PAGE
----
"I hereby call upon US authorities to come to Turkey and inspect our evidence with regards to 1915," President Recep Tayyip Erdoğan said in a press conference late Monday after a cabinet meeting, in sharp criticism of U.S. President Joe Biden's recent recognition of 1915 events as "genocide."
"I am speaking based on evidence, unlike Biden. We have over 1 million documents related to the 1915 events in our archives. I am wondering how many documents the United States has," he said.
"Armenian gangs, who were at least 150,000 to 300,000 people, carried out massacres in Turkish territory. Furthermore, they partnered with Russian forces to fight against us. Ottoman authorities took precautions," he said, underlining the crimes perpetrated by the Armenian gangs at the time.
Erdoğan also once again voiced Turkey's proposal to set up a joint history commission.
"Turkey's stance hasn't changed. 1915 events can only be enlightened by historians, not politicians. We have yet to receive a response from our counterparts on our offer to set up a joint history committee, even though we have guaranteed to keep our archives open," he said.
"US President Biden's biased statement on 1915 events is destructive for Turkish-American bilateral relations. We believe that Mr. Biden's statement was due to pressure from radical Armenian figures," he added.
"The relocation of Armenians was within the Ottoman Empire, not a deportation to another country. A week's time was given to prepare and those with an excuse were exempted from the relocation," Erdoğan said.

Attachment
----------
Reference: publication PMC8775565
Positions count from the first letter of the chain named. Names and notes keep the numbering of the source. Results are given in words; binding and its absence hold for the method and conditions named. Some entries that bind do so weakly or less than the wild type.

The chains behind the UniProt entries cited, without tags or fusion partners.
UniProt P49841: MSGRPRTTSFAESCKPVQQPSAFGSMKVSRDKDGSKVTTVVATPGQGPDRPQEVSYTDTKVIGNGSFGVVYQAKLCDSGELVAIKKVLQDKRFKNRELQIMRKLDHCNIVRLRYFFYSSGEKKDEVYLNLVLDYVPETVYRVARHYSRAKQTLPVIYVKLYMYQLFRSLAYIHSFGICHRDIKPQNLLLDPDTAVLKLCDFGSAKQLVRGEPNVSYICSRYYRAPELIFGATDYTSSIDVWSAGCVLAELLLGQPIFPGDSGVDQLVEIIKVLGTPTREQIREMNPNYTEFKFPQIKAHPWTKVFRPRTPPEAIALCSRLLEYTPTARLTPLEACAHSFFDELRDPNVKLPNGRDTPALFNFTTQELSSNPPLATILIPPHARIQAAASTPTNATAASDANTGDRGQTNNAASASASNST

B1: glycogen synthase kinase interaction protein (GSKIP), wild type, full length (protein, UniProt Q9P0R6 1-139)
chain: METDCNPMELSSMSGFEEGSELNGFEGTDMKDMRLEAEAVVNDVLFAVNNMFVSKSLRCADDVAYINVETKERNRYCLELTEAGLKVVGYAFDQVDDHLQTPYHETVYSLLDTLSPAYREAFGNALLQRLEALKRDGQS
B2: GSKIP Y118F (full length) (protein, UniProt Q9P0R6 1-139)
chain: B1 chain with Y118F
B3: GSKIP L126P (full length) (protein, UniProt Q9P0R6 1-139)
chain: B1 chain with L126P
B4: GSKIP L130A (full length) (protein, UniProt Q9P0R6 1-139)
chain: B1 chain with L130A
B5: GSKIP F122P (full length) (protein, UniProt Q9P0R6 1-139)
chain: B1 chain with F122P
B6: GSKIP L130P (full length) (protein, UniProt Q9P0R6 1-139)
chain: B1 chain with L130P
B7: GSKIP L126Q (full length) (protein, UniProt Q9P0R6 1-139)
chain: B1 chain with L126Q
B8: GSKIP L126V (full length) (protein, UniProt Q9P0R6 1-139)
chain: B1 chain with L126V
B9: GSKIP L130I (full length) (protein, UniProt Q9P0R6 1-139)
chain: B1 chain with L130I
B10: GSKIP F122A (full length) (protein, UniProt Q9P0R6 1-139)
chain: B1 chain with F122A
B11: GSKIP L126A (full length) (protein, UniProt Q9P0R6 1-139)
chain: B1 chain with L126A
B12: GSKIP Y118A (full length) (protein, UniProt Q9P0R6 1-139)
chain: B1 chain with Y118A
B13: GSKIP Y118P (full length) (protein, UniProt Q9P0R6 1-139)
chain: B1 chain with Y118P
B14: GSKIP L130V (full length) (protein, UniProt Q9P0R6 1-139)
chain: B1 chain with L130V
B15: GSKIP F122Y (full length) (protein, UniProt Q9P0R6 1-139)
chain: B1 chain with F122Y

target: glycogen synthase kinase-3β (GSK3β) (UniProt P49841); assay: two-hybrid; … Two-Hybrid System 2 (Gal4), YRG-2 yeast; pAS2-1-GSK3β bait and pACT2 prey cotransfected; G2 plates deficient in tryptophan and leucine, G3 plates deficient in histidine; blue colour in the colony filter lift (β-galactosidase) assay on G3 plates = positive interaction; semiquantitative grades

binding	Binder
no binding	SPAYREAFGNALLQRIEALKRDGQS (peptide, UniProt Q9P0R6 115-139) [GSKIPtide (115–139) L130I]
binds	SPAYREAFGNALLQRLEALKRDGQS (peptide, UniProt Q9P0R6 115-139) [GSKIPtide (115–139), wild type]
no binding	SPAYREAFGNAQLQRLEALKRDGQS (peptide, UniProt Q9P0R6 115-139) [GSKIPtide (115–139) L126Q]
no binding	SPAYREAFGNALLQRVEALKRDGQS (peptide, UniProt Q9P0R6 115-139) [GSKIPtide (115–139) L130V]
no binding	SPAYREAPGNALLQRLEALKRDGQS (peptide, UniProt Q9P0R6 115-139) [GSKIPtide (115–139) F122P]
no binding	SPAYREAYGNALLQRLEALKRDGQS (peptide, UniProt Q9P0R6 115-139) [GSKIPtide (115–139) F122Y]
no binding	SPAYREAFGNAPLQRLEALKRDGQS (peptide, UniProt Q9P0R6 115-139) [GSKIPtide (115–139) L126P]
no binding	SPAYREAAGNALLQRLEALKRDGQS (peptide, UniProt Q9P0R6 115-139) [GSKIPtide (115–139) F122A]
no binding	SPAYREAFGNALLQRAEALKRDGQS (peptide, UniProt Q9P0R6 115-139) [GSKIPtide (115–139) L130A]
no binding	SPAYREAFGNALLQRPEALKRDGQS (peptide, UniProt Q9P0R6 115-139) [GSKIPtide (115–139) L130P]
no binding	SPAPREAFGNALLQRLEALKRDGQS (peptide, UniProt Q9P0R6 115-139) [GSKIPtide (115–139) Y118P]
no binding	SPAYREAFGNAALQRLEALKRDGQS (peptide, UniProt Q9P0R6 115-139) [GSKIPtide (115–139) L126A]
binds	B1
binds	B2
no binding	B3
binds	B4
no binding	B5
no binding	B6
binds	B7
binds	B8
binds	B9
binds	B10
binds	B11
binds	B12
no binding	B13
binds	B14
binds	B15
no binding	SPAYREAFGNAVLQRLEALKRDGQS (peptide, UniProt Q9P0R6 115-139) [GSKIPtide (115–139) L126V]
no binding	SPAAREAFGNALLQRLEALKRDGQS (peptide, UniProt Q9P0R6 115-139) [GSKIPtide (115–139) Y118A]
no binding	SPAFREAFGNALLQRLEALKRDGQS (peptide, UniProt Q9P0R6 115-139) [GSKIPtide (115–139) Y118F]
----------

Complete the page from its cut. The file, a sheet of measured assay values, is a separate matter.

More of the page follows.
The President also underlined the U.S.' past crimes, including the Vietnam War, the nuclear bombs dropped on Japan and others, emphasizing that there were many incidents in U.S. history that could be labeled as "genocide."
"We have nothing to learn from anybody on our own past. Political opportunism is the greatest betrayal to peace and justice. We entirely reject this statement based solely on populism," Çavuşoğlu said in a Twitter post.
With the acknowledgement, Biden followed through on a campaign promise he made a year ago. Mainly hailing from Ottoman Armenians, Armenians in the U.S. constitute significant communities in East Coast and California.
Turkey's position on the 1915 events is that the death of Armenians in eastern Anatolia took place when some sided with invading Russians and revolted against Ottoman forces. A subsequent relocation of Armenians resulted in numerous casualties, added by massacres from militaries and militia groups of both sides. The mass arrests of prominent Ottoman Armenian politicians, intellectuals and other community members suspected of links with separatist groups, harboring nationalist sentiments and being hostile to the Ottoman rule were rounded up in then-capital Istanbul on April 24, 1915, commemorated as the beginning of later atrocities.
Turkey objects to the presentation of the incidents as "genocide" but describes the 1915 events as a tragedy in which both sides suffered casualties.
Ankara has repeatedly proposed the creation of a joint commission of historians from Turkey and Armenia plus international experts to tackle the issue.
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